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Transcript
Tinnitus
Prof. Hamad Al-Muhaimeed
Professor/Consultant
Department of Otorhinolaryngology
King Abdulaziz University Hospital
Tinnitus
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Definition
Classification
Objective tinnitus – pulsatile
Subjective tinnitus
Theories
Evaluation
Treatment
Introduction
• Tinnitus -“The perception of sound in the
absence of external stimuli.”
• Tinnere – means “ringing” in Latin
• Includes Buzzing, roaring, clicking, pulsatile
sounds
Tinnitus
• May be perceived as unilateral or bilateral
• Originating in the ears or around the head
• First or only symptom of a disease process or
auditory/psychological annoyance
Tinnitus
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40 million affected in the United States
10 million severely affected
Most common in 40-70 year-olds
More common in men than women
Classification
• Objective tinnitus – sound produced by
paraauditory structures which may be heard by
an examiner
• Subjective tinnitus – sound is only perceived by
the patient (most common)
Objective -Pulsatile tinnitus
• Arteriovenous
malformations
• Vascular tumors
• Venous hum
• Atherosclerosis
• Ectopic carotid artery
• Persistent stapedial artery
• Dehiscent jugular bulb
• Vascular loops
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Cardiac murmurs
Pregnancy
Anemia
Thyrotoxicosis
Paget’s disease
Benign intracranial
hypertension
Subjective Tinnitus
• Much more common than
objective
• Usually nonpulsatile
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Presbycusis
Noise exposure
Meniere’s disease
Otosclerosis
Head trauma
Acoustic neuroma
Drugs
Middle ear effusion
TMJ problems
Depression
Hyperlipidemia
Meningitis
Syphilis
Conductive hearing loss
• Conductive hearing loss decreases level of
background noise
• Normal paraauditory sounds seem amplified
• Cerumen impaction, otosclerosis, middle ear
effusion are examples
• Treating the cause of conductive hearing loss
may alleviate the tinnitus
Mechanism
• Poorly understood mechanisms of tinnitus
production
• Abnormal conditions in the cochlea, cochlear
nerve, ascending auditory pathways, auditory
cortex
• Hyperactive hair cells
• Chemical imbalance
Drugs that cause tinnitus
• Antinflammatories
• Antibiotics
(aminoglycosides)
• Antidepressants
(heterocyclines)
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Aspirin
Quinine
Loop diuretics
Chemotherapeutic agents
(cisplatin, vincristine)
Evaluation - History
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Careful history
Quality
Pitch
Loudness
Constant/intermittent
Onset
Alleviating/aggravating factors
Evaluation - History
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Infection
Trauma
Noise exposure
Medication usage
Medical history
Hearing loss
Vertigo
Pain
Family history
Impact on patient
Evaluation – Physical Exam
• Complete head & neck exam
• General physical exam
• Otoscopy (glomus tympanicum, dehiscent
jugular bulb)
• Search for audible bruit in pulsatile tinnitus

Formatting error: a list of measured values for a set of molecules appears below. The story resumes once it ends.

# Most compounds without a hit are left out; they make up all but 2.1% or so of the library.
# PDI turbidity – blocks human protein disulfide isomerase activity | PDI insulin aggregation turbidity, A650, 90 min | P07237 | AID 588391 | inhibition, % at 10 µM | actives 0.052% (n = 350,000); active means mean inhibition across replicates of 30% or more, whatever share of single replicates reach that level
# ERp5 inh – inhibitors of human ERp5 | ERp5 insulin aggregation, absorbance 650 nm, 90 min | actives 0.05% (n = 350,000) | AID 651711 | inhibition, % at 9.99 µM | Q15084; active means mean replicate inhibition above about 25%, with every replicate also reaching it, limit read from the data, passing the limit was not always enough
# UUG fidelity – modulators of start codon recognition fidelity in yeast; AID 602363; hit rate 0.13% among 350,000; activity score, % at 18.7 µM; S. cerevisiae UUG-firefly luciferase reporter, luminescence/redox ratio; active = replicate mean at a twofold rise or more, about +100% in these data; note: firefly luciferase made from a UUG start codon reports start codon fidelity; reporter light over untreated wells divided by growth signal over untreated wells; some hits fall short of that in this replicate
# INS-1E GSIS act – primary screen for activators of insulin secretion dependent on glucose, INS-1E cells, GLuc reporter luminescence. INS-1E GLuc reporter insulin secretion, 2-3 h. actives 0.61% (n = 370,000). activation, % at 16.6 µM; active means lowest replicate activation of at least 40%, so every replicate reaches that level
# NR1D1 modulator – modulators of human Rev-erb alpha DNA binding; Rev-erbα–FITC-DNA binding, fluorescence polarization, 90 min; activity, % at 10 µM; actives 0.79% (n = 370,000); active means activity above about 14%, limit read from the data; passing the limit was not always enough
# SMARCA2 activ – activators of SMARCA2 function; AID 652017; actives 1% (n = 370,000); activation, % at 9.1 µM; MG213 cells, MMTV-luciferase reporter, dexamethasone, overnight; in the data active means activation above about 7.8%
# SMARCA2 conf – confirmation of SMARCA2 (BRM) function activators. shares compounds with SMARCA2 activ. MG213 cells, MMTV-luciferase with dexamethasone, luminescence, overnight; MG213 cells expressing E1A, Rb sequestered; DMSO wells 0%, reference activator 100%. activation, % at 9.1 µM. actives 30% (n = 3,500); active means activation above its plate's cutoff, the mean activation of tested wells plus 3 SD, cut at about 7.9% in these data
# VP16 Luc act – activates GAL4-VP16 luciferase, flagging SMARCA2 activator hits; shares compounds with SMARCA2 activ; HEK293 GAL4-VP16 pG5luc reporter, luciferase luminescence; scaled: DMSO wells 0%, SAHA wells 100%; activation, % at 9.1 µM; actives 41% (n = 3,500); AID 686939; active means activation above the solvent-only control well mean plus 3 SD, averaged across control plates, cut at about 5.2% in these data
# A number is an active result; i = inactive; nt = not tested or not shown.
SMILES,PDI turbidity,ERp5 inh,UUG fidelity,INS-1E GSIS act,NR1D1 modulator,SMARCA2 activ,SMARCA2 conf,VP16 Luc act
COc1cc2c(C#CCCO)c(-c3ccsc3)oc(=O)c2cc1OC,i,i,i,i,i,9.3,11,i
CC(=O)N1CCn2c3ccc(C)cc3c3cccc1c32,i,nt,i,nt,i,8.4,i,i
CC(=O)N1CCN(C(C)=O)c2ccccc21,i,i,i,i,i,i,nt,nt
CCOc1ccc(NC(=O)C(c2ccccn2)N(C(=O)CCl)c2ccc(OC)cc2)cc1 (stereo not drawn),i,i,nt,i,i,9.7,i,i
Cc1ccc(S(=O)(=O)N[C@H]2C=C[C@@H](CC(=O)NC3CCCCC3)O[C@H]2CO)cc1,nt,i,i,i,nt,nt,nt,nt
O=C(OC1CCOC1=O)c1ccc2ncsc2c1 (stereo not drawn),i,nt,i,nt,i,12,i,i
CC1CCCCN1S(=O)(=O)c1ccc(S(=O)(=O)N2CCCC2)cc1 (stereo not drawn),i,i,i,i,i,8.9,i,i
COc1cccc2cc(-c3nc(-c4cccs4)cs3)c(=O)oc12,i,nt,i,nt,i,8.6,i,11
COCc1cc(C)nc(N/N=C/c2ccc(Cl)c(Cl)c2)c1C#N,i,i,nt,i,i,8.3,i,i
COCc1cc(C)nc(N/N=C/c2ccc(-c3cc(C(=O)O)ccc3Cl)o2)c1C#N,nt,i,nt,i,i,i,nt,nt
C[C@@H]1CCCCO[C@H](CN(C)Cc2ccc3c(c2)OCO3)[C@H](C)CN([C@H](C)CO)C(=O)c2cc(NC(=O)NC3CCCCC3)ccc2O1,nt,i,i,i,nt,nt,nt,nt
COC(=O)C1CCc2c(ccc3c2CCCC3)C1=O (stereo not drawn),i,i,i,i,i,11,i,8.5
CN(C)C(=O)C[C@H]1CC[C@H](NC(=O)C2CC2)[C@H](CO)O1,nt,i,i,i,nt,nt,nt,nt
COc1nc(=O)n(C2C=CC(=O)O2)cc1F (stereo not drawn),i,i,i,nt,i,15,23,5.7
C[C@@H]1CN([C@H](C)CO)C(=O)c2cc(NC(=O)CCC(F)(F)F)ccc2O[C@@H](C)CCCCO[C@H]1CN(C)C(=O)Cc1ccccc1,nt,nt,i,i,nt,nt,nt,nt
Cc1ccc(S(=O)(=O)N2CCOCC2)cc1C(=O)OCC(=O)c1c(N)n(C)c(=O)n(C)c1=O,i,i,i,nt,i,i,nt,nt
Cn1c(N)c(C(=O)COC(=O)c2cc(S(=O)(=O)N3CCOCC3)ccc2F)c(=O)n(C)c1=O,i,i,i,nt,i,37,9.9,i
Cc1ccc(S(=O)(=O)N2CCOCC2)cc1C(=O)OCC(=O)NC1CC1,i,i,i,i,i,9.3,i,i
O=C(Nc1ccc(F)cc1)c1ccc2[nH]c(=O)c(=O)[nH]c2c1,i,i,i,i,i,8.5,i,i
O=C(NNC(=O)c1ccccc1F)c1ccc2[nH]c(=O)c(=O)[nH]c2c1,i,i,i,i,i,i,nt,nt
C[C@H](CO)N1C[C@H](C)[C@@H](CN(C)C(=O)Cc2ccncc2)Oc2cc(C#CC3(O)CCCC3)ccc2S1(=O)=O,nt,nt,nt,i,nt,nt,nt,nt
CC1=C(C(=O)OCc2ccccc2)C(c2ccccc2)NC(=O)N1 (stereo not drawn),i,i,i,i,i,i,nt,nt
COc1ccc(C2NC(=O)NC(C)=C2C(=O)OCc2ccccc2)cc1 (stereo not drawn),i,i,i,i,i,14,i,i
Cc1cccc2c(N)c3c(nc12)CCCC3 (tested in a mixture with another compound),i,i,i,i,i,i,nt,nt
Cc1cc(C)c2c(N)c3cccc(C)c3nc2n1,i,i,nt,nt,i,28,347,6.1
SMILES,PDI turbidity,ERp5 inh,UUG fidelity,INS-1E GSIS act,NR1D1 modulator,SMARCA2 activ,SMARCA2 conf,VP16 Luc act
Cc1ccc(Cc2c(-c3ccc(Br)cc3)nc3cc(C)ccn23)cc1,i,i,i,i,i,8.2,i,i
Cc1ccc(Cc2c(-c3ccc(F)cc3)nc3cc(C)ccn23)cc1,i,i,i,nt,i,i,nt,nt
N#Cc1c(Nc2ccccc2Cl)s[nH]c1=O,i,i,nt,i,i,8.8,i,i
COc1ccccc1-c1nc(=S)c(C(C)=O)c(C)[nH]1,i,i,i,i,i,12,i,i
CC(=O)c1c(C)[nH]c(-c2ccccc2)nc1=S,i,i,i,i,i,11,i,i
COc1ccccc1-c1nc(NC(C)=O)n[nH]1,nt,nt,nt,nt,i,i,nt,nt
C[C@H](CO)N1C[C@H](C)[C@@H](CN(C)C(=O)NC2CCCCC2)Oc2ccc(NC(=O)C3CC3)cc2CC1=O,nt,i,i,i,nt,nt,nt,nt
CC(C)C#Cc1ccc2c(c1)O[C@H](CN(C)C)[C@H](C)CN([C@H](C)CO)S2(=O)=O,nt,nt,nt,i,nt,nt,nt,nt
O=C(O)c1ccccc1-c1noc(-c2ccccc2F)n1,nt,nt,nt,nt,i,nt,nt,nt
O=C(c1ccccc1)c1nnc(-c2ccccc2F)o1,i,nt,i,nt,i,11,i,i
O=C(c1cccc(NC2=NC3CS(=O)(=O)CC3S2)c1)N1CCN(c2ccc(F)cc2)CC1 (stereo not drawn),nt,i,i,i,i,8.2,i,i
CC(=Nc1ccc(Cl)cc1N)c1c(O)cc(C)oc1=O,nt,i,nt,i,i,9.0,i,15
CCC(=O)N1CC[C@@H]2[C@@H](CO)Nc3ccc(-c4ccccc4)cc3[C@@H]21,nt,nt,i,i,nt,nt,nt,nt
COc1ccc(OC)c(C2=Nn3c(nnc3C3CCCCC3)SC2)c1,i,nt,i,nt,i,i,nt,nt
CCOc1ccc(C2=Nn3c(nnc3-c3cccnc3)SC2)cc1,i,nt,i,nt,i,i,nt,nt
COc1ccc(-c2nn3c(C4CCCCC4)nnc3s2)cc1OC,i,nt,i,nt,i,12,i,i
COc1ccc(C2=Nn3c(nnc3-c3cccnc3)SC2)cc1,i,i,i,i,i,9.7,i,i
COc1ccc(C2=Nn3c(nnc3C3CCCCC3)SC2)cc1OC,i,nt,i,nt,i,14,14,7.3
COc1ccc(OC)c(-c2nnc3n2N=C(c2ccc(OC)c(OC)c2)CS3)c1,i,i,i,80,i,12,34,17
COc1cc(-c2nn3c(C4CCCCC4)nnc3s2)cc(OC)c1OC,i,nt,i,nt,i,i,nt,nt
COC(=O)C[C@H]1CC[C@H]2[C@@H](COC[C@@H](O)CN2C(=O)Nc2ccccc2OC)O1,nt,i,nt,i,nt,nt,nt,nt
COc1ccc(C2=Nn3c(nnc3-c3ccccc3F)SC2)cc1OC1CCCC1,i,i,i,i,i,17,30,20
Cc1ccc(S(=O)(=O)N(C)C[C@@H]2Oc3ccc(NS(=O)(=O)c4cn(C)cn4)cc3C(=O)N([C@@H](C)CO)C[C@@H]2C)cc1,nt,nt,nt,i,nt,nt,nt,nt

– Auscultate over orbit, mastoid process, skull, neck,
heart using bell and diaphragm of stethoscope
– Toynbee tube to auscultate EAC
Evaluation – Physical Exam
• Light exercise to increase pulsatile tinnitus
• Light pressure on the neck (decreases venous
hum)
• Valsalva maneuver (decrease venous hum)
• Turning the head (decrease venous hum)
Evaluation - Audiometry
• PTA, speech descrimination scores,
tympanometry, acoustic reflexes
• Pitch matching
• Loudness matching
• Masking level
Laboratory studies
• As indicated by history and physical exam
• Possibilities include:
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Hematocrit
FTA absorption test
Blood chemistries
Thyroid studies
Lipid battery
Treatments
• Multiple treatments
• Avoidance of dietary
stimulants: coffee, tea,
cola, etc.
• Smoking cessation
• Avoid medications
known to cause tinnitus
• Reassurance
• White noise from radio
or home masking
machine
Treatments - Medicines
• Many medications have been researched for the
treatment of tinnitus:
– Intravenous lidocaine suppresses tinnitus but is
impractical to use clinically
– Tocainide is oral analog which is ineffective
– Carbamazepine ineffective and may cause bone
marrow suppression
Treatments - Medicines
• Alprazolam (Xanax)
– Johnson et al (1993) found 76% of 17 patients had
reduction in the loudness of their tinnitus using both
a tinnitus synthesizer and VAS (dose 0.5mg-1.5
mg/day)
– Dependence problem, long-term use is not
recommended
Treatments - Medicines
• Nortriptyline and amitriptyline
– May have some benefit
– Dobie et al reported on 92 patients
– 67% nortriptlyine benefit, 40%placebo
• Ginko biloba
– Extract at doses of 120-160mg per day
– Shown to be effective in some trials and not in
others
– Needs further study
Treatments
• Hearing aids – amplification of background
noise can decrease tinnitus
• Maskers – produce sound to mask tinnitus
• Tinnitus instrument – combination of hearing
aid and masker
Treatments
• Cochlear implants
– Have shown some promise in relief of tinnitus
– Ito and Sakakihara (1994) reported that in 26
patients implanted who had tinnitus 77% reported
either tinnitus was abolished or suppressed, 8%
reported worsening
Treatments
• Surgery
– Used for treatment of arteriovenous malformations,
glomus tumors, otosclerosis, acoustic neuroma
– Some authors have reported success with cochlear
nerve section in patients who have intractable
tinnitus and have failed all other treatments, this is
not widely accepted
Conclusions
• Tinnitus is a common problem with an extensive
differential
• Need to identify medical process if involved
• Pulsatile/Nonpulsatile is important distinction
• Will only become more common with aging of
our population
• Research into mechanism and treatments is
needed to better help our patients